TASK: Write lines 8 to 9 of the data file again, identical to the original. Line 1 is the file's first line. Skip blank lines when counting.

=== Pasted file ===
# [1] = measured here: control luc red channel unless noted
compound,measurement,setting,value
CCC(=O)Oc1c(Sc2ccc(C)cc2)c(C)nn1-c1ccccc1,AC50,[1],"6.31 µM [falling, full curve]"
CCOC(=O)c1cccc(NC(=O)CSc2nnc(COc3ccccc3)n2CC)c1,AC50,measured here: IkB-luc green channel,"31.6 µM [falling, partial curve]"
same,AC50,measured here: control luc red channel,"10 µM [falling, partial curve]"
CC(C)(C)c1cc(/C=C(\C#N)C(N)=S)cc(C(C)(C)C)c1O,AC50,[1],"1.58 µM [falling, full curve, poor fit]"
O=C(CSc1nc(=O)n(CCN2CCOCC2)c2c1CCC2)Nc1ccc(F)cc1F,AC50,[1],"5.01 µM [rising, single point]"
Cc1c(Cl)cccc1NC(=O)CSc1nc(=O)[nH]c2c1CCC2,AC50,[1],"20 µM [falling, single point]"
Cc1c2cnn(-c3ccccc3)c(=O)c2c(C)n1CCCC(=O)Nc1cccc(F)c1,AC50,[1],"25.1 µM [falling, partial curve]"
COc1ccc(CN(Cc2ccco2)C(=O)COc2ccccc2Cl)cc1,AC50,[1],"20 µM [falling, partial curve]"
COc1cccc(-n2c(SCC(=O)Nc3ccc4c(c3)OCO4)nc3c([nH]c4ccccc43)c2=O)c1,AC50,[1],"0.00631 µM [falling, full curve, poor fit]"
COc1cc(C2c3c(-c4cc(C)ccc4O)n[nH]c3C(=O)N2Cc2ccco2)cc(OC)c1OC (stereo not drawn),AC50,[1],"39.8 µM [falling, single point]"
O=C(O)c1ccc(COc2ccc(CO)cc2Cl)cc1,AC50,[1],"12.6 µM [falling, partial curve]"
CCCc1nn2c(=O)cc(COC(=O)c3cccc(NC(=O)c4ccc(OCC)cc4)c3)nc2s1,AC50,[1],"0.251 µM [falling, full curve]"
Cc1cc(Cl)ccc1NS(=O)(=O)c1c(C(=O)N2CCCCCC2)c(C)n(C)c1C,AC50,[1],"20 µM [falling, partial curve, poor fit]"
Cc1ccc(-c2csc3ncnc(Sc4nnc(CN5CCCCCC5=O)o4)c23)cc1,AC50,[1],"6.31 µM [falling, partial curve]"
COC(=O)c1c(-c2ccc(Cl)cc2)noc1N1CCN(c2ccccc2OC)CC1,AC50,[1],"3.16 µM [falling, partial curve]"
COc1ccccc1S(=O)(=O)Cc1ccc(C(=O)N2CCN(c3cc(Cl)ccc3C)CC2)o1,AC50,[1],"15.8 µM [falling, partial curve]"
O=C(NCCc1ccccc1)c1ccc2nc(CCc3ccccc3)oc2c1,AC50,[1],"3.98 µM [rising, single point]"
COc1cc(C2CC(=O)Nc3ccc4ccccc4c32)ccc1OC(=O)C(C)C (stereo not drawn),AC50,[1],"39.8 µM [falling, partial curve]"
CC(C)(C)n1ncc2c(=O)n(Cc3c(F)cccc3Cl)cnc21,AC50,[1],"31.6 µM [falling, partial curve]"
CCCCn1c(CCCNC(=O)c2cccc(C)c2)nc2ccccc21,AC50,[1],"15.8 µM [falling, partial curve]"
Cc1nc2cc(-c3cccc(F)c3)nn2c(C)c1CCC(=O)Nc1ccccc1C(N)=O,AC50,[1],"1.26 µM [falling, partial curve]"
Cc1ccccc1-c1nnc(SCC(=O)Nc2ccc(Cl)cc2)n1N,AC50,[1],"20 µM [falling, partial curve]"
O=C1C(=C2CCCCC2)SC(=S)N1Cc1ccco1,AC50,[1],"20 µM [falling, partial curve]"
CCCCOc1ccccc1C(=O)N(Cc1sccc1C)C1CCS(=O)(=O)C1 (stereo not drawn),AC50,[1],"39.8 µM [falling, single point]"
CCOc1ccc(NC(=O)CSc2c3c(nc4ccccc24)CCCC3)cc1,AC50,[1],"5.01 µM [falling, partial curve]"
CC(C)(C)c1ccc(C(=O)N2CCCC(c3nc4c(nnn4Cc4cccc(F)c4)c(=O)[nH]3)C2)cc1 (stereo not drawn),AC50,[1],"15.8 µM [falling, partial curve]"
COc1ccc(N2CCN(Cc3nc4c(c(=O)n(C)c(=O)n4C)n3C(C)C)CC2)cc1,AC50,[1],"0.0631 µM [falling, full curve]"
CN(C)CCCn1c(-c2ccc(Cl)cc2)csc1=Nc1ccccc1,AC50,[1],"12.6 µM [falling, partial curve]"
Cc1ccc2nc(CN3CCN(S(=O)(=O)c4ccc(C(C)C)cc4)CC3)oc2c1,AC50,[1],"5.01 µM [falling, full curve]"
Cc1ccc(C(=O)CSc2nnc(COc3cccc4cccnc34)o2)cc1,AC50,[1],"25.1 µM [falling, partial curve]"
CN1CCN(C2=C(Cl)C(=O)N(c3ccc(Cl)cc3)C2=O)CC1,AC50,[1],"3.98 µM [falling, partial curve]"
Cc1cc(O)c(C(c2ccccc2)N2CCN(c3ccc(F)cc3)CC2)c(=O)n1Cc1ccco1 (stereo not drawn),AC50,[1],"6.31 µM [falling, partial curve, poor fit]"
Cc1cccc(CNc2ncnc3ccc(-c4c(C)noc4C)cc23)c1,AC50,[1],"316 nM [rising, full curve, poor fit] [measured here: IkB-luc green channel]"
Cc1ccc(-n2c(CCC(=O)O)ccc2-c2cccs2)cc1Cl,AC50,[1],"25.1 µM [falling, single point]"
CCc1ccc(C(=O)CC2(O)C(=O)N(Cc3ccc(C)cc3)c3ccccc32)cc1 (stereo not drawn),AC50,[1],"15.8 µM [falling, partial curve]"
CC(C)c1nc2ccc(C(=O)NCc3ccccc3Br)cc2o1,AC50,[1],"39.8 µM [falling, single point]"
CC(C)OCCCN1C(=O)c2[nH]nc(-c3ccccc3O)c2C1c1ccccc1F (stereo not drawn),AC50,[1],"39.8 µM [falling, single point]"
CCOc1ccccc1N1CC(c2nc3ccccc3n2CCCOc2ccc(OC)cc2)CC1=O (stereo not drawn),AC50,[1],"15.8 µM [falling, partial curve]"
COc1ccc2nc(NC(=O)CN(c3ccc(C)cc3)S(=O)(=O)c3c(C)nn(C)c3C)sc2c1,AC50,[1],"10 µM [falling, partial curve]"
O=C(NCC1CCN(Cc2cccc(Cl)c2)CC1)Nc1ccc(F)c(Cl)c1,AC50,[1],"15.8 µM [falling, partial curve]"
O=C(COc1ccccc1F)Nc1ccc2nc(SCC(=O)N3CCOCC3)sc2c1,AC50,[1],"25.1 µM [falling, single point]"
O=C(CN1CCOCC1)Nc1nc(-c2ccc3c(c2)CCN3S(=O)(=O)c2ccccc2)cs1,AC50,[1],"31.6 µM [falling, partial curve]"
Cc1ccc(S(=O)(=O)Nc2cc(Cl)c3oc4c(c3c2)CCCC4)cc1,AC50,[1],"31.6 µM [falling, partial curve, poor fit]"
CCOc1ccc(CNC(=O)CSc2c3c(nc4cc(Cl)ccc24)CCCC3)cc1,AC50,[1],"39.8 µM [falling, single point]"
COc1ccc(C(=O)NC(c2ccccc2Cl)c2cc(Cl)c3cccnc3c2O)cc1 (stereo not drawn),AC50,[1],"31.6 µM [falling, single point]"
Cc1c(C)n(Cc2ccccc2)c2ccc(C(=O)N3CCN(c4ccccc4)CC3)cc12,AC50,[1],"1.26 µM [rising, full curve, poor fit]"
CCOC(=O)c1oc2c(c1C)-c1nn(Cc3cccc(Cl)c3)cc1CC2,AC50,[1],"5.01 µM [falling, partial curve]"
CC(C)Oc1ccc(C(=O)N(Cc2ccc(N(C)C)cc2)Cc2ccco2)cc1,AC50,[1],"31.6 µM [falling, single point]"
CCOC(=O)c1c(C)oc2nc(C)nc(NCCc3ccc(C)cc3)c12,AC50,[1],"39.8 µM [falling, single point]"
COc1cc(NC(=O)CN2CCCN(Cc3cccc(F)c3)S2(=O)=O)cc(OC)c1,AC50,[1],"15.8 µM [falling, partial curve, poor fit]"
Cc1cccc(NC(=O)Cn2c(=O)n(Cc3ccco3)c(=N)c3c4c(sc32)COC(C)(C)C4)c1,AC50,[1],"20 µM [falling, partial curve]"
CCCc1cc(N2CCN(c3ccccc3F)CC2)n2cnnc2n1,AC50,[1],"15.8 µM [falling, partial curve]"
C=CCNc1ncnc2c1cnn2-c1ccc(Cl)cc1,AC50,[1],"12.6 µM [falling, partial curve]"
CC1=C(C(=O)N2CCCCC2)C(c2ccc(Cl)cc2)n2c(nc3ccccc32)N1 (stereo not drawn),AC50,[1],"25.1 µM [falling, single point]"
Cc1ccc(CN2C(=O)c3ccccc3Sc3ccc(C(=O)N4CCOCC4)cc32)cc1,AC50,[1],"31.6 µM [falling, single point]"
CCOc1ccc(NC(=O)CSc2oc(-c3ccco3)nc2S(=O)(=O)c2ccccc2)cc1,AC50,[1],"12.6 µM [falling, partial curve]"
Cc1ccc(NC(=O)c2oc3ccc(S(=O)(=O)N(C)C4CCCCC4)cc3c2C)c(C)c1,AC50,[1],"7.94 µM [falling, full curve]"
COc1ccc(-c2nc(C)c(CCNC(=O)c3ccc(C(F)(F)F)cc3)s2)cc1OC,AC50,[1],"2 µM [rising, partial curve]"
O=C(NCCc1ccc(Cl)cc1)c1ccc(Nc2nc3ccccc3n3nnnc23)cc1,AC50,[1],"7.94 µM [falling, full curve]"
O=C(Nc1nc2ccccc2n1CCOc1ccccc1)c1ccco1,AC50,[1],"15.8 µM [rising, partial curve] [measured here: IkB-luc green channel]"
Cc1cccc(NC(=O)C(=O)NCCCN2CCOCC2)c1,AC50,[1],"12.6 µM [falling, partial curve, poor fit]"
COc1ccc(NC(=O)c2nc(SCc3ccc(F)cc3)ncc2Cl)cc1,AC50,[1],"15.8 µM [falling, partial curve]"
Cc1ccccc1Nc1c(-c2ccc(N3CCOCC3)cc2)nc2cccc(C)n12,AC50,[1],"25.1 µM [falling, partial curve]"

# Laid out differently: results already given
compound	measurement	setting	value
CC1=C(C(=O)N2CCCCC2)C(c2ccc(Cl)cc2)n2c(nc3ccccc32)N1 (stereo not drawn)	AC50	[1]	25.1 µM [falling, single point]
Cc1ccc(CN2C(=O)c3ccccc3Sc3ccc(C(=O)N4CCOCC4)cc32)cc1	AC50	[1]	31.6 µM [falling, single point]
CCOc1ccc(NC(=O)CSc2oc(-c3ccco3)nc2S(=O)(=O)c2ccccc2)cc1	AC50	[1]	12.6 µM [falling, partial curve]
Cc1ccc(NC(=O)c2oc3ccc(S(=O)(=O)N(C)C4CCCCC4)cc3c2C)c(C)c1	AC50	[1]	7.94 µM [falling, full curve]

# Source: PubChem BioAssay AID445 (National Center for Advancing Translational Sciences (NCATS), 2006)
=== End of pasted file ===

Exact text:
Cc1c(Cl)cccc1NC(=O)CSc1nc(=O)[nH]c2c1CCC2,AC50,[1],"20 µM [falling, single point]"
Cc1c2cnn(-c3ccccc3)c(=O)c2c(C)n1CCCC(=O)Nc1cccc(F)c1,AC50,[1],"25.1 µM [falling, partial curve]"